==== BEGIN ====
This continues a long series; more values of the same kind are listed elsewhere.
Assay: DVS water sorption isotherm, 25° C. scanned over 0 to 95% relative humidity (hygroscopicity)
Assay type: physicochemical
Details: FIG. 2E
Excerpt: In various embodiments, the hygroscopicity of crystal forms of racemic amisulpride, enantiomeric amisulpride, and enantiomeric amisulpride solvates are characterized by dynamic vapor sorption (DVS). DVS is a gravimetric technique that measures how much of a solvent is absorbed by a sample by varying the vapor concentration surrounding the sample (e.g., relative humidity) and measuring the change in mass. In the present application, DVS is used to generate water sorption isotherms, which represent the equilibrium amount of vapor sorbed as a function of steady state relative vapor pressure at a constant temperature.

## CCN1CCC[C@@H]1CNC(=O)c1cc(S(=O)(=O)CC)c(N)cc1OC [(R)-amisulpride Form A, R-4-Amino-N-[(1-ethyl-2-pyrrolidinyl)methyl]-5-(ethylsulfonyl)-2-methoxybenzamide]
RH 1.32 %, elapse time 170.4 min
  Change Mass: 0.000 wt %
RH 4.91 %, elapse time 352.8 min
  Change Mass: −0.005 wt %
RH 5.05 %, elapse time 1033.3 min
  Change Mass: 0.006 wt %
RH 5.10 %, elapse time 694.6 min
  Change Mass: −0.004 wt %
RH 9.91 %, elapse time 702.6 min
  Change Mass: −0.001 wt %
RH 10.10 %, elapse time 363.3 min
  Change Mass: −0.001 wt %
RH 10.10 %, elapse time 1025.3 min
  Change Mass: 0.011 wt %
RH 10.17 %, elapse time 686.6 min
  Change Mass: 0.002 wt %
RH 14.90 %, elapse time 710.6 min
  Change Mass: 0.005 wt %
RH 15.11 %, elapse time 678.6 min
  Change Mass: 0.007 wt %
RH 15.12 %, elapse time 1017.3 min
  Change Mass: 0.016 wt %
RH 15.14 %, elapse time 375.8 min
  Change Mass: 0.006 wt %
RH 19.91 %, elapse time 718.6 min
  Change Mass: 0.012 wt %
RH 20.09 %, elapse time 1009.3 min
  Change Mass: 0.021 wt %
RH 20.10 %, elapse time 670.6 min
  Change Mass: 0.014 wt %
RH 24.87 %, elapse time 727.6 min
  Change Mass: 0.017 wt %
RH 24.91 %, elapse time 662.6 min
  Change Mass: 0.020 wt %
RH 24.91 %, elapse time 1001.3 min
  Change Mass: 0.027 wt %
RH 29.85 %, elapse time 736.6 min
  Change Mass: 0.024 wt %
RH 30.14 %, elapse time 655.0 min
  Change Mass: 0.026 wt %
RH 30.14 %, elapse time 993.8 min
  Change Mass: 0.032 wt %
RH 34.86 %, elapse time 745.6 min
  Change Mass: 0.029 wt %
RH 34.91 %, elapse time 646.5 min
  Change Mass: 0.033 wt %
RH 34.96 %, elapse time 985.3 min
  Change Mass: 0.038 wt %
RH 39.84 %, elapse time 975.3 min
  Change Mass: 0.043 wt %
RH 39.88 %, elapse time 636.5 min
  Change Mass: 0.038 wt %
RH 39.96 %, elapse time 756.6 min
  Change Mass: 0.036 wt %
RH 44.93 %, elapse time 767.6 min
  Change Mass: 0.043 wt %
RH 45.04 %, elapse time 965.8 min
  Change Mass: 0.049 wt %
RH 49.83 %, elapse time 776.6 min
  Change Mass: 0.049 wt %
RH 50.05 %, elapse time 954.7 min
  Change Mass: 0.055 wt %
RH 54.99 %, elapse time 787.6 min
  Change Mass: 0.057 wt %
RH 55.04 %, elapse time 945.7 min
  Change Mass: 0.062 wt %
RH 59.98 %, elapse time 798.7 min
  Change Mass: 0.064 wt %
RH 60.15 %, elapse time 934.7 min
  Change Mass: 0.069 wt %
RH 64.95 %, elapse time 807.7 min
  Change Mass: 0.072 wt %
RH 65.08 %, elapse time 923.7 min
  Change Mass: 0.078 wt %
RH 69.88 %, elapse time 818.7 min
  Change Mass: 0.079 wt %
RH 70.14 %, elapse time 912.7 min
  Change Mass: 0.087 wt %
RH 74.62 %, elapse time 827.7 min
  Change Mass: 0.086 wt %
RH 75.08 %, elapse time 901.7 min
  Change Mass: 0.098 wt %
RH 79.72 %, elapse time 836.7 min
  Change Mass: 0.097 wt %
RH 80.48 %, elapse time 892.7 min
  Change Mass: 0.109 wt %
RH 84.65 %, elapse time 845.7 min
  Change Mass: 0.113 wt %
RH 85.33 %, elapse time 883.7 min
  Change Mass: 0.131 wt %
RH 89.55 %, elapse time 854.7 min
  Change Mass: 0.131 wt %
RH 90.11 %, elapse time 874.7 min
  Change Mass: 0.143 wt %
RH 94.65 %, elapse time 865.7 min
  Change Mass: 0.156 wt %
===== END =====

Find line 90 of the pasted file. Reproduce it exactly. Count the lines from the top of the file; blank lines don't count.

  Change Mass: 0.097 wt %